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The activity-dependent transcription factor NPAS4 regulates domain-specific inhibition

Abstract

A heterogeneous population of inhibitory neurons controls the flow of information through a neural circuit1,2,3. Inhibitory synapses that form on pyramidal neuron dendrites modulate the summation of excitatory synaptic potentials4,5,6 and prevent the generation of dendritic calcium spikes7,8. Precisely timed somatic inhibition limits both the number of action potentials and the time window during which firing can occur8,9. The activity-dependent transcription factor NPAS4 regulates inhibitory synapse number and function in cell culture10, but how this transcription factor affects the inhibitory inputs that form on distinct domains of a neuron in vivo was unclear. Here we show that in the mouse hippocampus behaviourally driven expression of NPAS4 coordinatesthe redistribution of inhibitory synapses made onto a CA1 pyramidal neuron, simultaneously increasing inhibitory synapse number on the cell body while decreasing the number of inhibitory synapses on the apical dendrites. This rearrangement of inhibition is mediated in part by the NPAS4 target gene brain derived neurotrophic factor (Bdnf), which specifically regulates somatic, and not dendritic, inhibition. These findings indicate that sensory stimuli, by inducing NPAS4 and its target genes, differentially control spatial features of neuronal inhibition in a way that restricts the output of the neuron while creating a dendritic environment that is permissive for plasticity.

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Figure 1: Exposure of mice to increased circuit activity reveals an NPAS4-dependent regulation of inhibition in vivo.
Figure 2: Behaviourally induced NPAS4 differentially regulates inhibitory synapse function across the somato-dendritic axis of pyramidal neurons.
Figure 3: Behaviourally induced NPAS4 regulates inhibitory synapse number.
Figure 4: Behaviourally induced BDNF regulates somatic but not dendritic inhibition.

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Acknowledgements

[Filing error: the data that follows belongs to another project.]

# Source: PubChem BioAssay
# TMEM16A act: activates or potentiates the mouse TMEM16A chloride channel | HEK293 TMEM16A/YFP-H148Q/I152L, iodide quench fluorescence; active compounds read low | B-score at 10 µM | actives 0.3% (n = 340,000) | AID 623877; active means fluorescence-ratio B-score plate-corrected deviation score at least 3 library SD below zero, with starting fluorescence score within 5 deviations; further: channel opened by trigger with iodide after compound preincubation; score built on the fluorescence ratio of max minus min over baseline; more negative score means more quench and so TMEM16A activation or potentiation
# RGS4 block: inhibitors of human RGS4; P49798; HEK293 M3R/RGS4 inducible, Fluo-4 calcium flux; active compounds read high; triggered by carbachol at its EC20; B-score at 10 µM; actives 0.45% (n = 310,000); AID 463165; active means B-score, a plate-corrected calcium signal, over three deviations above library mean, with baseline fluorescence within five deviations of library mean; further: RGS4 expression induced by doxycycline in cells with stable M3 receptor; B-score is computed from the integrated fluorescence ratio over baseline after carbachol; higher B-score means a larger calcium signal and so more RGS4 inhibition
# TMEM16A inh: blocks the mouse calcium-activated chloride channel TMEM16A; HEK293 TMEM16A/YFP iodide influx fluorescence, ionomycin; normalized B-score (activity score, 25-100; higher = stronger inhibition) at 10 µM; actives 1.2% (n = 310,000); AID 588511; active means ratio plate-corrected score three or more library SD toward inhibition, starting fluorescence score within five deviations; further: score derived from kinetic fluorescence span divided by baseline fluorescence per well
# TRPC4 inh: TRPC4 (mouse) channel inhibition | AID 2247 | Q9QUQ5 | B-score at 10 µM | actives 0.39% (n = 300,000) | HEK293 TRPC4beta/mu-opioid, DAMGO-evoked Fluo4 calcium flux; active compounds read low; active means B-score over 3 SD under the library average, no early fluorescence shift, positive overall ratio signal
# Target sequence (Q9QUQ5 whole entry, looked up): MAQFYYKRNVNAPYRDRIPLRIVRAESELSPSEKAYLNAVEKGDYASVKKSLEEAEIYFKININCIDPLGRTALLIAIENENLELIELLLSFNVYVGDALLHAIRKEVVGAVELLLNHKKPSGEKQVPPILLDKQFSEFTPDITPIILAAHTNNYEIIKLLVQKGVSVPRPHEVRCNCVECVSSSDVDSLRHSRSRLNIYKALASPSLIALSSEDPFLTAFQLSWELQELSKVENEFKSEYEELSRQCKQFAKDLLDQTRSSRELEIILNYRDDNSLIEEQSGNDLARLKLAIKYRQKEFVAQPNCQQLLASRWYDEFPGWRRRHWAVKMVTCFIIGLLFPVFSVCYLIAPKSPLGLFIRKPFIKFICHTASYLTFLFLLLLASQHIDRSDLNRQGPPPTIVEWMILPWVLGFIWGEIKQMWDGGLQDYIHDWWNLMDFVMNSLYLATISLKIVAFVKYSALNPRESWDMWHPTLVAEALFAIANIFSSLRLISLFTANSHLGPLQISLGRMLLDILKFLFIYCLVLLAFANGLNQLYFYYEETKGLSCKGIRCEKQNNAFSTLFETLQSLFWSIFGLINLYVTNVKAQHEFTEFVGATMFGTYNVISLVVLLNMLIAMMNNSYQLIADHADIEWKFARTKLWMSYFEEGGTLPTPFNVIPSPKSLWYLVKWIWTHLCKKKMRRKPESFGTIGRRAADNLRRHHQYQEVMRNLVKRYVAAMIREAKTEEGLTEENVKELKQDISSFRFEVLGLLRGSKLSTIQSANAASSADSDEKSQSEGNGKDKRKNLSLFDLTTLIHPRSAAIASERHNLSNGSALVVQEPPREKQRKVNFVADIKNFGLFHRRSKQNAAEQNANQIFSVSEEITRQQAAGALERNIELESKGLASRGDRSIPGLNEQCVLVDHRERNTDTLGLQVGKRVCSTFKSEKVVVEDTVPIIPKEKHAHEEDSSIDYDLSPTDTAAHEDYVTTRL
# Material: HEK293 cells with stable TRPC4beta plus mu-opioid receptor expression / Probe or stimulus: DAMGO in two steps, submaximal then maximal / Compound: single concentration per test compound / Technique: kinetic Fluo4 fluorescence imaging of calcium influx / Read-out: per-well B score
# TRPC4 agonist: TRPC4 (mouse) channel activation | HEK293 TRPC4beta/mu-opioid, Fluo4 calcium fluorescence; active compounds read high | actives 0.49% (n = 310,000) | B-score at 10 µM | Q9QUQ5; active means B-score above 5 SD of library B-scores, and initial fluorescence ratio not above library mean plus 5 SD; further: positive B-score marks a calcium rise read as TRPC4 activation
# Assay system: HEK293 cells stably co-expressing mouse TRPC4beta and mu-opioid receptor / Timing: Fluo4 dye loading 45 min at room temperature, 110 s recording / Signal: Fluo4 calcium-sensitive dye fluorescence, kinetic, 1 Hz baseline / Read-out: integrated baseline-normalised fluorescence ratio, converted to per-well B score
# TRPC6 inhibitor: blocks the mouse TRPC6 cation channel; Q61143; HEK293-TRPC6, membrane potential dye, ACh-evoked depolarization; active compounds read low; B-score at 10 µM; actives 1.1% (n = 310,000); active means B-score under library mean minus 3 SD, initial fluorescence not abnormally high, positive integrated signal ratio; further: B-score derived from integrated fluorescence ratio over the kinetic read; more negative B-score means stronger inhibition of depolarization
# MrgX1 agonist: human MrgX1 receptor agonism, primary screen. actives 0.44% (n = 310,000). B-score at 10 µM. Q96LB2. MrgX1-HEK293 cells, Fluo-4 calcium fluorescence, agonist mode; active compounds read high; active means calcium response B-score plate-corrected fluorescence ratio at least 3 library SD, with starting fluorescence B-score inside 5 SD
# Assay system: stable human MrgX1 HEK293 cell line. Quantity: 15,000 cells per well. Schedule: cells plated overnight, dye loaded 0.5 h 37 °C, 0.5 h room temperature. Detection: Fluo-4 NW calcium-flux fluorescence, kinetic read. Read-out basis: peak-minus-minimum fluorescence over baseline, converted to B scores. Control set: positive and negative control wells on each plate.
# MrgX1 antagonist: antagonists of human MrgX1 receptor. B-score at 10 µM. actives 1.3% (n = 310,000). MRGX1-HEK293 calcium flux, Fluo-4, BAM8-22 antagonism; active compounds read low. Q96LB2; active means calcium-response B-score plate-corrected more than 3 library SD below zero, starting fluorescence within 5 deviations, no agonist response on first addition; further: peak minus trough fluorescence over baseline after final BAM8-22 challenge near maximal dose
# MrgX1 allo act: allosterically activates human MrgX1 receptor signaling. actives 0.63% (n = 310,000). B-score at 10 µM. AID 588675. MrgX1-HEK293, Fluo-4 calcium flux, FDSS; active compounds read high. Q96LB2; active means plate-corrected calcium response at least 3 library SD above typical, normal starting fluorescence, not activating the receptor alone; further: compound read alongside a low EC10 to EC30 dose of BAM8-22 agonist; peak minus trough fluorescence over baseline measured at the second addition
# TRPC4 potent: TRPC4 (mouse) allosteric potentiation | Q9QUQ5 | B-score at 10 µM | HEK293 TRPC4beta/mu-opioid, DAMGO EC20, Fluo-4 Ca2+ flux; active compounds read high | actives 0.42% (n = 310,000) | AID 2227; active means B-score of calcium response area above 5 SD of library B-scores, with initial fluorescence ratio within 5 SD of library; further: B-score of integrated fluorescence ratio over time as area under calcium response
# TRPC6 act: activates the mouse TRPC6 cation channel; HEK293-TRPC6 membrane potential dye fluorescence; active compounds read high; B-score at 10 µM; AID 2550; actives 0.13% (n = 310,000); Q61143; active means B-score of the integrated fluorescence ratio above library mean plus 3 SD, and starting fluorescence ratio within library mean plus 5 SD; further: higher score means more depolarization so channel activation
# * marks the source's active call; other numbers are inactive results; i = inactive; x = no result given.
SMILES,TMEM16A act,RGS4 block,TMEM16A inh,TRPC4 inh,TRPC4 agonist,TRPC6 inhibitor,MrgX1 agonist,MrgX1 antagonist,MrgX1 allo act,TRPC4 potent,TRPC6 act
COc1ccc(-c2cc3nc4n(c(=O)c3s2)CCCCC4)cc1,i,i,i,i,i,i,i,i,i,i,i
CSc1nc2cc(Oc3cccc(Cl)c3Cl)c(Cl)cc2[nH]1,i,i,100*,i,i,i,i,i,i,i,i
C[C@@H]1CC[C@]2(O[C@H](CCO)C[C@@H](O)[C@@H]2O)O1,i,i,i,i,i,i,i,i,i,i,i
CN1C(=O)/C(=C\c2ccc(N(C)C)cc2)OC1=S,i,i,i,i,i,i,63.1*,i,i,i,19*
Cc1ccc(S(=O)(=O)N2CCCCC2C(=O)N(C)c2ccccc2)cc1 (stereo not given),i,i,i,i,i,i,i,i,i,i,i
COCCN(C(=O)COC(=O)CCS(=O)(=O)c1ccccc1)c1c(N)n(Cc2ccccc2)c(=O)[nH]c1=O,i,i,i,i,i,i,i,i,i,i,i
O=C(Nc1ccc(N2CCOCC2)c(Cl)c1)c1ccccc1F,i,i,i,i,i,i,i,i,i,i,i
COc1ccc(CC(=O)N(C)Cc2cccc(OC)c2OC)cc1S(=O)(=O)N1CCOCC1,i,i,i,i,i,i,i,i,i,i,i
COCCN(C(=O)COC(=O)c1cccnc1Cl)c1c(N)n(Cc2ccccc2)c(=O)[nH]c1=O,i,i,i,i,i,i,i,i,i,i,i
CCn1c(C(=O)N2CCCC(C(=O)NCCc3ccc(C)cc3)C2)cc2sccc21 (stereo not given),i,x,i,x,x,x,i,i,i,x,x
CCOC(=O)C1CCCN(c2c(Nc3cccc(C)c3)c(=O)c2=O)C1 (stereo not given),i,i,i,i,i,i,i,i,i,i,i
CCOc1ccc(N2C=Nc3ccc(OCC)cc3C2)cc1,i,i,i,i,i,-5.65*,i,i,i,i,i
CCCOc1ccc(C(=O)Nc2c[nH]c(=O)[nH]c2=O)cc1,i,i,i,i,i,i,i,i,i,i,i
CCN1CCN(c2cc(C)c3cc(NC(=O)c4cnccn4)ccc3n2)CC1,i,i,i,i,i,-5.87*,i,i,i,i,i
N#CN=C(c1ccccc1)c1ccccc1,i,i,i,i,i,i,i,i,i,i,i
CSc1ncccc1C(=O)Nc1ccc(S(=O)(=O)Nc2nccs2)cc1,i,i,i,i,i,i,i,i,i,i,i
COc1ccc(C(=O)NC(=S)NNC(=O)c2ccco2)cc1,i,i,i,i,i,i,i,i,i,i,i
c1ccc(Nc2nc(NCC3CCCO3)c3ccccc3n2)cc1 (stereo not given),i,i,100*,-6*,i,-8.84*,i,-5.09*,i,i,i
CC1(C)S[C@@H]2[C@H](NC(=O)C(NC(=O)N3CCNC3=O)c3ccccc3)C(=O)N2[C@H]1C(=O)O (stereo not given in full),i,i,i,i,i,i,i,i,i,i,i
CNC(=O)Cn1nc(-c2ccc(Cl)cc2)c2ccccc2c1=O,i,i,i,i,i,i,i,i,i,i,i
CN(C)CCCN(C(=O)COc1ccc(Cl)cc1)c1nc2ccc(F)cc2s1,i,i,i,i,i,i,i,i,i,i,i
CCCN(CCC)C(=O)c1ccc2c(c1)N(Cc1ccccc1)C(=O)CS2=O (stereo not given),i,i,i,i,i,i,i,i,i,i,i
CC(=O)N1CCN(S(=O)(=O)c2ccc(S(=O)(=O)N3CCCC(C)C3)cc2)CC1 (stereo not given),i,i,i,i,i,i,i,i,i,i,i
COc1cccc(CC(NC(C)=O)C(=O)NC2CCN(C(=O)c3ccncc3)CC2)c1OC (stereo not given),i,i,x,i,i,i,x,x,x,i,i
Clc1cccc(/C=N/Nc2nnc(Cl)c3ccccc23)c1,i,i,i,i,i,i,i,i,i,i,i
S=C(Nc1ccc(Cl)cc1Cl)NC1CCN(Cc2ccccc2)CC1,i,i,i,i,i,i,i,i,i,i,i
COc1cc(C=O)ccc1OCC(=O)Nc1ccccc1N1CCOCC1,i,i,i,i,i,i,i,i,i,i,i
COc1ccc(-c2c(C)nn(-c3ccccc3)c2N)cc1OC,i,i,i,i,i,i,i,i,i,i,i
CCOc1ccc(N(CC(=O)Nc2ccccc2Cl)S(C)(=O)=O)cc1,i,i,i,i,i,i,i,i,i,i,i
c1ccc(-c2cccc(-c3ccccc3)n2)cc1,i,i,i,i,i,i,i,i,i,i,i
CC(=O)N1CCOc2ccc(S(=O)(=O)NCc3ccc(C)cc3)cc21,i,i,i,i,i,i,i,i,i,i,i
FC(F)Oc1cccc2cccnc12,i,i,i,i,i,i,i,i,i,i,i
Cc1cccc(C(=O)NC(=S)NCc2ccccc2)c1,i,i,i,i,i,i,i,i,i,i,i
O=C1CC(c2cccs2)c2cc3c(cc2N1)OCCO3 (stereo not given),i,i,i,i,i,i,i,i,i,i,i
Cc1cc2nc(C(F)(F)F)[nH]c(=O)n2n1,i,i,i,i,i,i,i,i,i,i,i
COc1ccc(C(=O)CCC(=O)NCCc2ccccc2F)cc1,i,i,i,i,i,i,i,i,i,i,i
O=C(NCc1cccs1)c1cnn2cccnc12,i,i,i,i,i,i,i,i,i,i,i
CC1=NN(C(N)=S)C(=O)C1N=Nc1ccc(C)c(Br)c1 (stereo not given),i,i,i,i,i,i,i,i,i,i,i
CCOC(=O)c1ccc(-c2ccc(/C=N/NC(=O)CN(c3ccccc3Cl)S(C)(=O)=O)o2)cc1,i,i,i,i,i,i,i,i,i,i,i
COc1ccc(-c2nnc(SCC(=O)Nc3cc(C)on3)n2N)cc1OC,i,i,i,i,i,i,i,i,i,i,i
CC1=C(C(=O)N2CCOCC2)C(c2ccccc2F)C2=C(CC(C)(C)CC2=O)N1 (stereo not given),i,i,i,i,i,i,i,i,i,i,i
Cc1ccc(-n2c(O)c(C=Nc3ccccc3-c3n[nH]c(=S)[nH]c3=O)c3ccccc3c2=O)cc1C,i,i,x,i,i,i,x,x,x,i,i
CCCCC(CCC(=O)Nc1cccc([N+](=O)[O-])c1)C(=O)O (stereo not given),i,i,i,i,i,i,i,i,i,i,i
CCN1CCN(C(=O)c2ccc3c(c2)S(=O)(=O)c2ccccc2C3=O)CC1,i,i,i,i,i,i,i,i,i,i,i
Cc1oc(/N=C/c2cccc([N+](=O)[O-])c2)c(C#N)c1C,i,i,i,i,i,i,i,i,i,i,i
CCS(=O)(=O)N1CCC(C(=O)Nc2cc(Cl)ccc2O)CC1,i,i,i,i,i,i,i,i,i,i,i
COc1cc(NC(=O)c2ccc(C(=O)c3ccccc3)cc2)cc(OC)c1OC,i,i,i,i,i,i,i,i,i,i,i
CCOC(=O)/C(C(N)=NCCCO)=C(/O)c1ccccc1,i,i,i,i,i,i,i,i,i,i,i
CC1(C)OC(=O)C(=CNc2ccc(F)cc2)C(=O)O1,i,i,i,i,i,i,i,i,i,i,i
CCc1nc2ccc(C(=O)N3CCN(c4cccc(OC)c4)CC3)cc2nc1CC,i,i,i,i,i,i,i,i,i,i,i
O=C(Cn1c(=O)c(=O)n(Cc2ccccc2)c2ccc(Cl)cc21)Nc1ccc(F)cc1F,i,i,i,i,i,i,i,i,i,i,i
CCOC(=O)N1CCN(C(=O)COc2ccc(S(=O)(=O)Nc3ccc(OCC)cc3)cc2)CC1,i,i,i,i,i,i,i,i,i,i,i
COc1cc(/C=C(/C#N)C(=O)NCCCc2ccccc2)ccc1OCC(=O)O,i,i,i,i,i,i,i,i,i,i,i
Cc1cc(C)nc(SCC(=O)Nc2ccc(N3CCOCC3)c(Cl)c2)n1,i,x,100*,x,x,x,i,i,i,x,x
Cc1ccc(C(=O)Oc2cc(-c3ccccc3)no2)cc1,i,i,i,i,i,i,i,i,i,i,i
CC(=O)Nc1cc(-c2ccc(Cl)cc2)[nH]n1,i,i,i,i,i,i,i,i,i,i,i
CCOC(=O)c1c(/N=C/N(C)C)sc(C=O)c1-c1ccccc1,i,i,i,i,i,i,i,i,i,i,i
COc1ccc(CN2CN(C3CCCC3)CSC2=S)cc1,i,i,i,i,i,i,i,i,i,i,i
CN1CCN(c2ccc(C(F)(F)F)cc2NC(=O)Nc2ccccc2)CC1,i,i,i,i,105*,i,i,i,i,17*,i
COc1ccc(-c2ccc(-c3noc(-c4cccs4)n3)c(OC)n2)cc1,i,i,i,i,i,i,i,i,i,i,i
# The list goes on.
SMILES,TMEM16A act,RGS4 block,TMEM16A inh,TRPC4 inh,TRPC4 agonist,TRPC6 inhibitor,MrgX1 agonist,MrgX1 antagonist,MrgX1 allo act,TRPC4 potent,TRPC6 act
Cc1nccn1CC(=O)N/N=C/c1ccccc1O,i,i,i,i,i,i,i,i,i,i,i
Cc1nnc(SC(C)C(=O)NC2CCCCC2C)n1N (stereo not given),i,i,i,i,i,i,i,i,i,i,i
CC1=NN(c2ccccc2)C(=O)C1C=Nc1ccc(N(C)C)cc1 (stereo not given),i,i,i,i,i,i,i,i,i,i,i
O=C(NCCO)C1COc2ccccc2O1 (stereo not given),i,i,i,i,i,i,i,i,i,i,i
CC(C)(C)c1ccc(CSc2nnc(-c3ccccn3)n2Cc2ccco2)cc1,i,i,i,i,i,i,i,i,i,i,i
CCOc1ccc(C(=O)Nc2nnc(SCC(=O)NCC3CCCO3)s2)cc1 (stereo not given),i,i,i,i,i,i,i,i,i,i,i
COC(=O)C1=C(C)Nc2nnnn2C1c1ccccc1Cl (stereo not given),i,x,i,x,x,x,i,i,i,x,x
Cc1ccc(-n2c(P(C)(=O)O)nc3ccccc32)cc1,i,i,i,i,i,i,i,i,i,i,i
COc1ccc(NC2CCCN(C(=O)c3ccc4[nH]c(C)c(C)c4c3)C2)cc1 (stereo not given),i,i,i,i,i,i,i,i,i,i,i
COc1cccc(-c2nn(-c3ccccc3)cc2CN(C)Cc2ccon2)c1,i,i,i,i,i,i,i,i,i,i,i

We thank members of the Greenberg laboratory for comments, suggestions and critical reading of the manuscript. We thank A. Mardinly for observations and comments on NPAS4 protein induction, P. Greer and S. Flavell for observations and comments on Npas4 mRNA induction in response to enriched environment and B. Cruz Moreno for help with sectioning. We thank M. During for the gift of the AAV-Cre–GFP plasmid. GFP–gephyrin images were collected at the UCSD Neuroscience Microscopy Shared Facility sponsored by grant P30 NS047101. This work was funded by Helen Hay Whitney Foundation, L’Oreal USA Fellowship for Women in Science and The Medical Foundation/Charles A. King Trust Postdoctoral Fellowship (B.L.B.), NSF graduate student research fellowship (N.S.) and National Institutes of Health grant NS028829 (M.E.G.).

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Experiments were designed by B.L.B., N.S. and M.E.G. Experiments were conducted and analysed by B.L.B., N.S., H.A.B. and A.Z.T. The manuscript was written by B.L.B., N.S. and M.E.G.

Corresponding author

Correspondence to Michael E. Greenberg.

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The authors declare no competing financial interests.

Extended data figures and tables

Extended Data Figure 1 Infection with AAV-Cre-GFP effectively excises Npas4.

a, Schematic of the AAV-Cre–GFP virus genome. b, Representative hippocampal section from an AAV-Cre–GFP; Npas4f/f animal 3 h after kainic acid injection. Sections were imaged for native GFP fluorescence (green) and immunostained NPAS4 (red) and NeuN (blue) protein. c, Quantification of neurons with overlapping GFP and NPAS4 in the sections represented in b. n = 14 neurons, *P < 0.01.

Extended Data Figure 2 NPAS4-dependent changes in inhibition require loss of NPAS4 in excitatory neurons.

a, mIPSCs frequency (left) and amplitude (right) were measured from pairs of neighbouring GFP+and GFP neurons from wild-type (C57BL/6) mice maintained in standard housing. n = 17 pairs. b, mIPSCs frequency (left) and amplitude (right) were measured from pairs of neighbouring GFP+ and GFP neurons from wild-type (C57BL/6) mice 24 h after injection of kainic acid. n = 17 pairs. Open circles indicate individual GFP+/GFPpairs. Red circles indicate mean ± s.e.m. c, Representative hippocampal CA1 section from an EMX-Cre;Npas4f/+ and EMX-Cre;Npas4f/f mouse 3 h after kainic acid injection. Sections were immunostained for NPAS4 (red) protein. d, Quantification of NPAS4 immunoreactivity. n = 9 sections from 3 animals. *P < 0.05. e, mIPSCs frequency and amplitude measured from neurons in EMX-Cre;Npas4f/f mice maintained in standard housing (n = 14 neurons) or 24 h after kainic acid injection (n = 16 neurons). freq: P < 0.01; amp: P < 0.05.

Extended Data Figure 3 Stimulation of axons in different hippocampal layers generates eIPSCs with distinct rise times.